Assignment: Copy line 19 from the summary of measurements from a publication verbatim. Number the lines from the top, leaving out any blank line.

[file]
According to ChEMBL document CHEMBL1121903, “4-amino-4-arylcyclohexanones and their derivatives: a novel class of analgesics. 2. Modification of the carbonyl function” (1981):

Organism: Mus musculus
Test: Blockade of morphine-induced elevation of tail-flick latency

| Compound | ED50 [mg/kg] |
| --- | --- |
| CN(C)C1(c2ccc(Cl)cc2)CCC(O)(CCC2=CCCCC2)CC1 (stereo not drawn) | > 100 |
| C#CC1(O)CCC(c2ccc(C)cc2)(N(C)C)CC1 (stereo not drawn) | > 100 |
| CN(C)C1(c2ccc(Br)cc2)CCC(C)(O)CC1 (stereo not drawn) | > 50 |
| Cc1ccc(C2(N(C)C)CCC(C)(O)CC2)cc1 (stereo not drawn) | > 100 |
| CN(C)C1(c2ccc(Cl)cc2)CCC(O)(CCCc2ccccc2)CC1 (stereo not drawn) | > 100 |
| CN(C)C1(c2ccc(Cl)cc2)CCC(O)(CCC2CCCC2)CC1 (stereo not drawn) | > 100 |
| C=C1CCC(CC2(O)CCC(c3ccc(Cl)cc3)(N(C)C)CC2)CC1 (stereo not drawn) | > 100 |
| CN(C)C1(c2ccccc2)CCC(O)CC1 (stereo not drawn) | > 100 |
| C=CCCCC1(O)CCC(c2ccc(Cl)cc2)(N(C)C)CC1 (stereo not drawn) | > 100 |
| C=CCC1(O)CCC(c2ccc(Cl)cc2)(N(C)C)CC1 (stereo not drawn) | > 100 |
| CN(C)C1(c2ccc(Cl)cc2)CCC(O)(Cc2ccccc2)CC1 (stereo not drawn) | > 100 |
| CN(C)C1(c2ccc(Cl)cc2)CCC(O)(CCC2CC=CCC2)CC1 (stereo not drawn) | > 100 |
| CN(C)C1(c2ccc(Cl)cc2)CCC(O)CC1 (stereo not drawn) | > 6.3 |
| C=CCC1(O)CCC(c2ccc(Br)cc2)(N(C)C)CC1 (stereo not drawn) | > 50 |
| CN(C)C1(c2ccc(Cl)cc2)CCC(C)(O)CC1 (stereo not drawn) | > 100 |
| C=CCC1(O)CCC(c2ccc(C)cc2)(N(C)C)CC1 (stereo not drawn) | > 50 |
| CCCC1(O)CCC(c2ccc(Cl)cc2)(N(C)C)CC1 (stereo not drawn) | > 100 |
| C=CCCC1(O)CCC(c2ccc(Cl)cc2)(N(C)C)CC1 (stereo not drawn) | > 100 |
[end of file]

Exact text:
| C=CCC1(O)CCC(c2ccc(Br)cc2)(N(C)C)CC1 (stereo not drawn) | > 50 |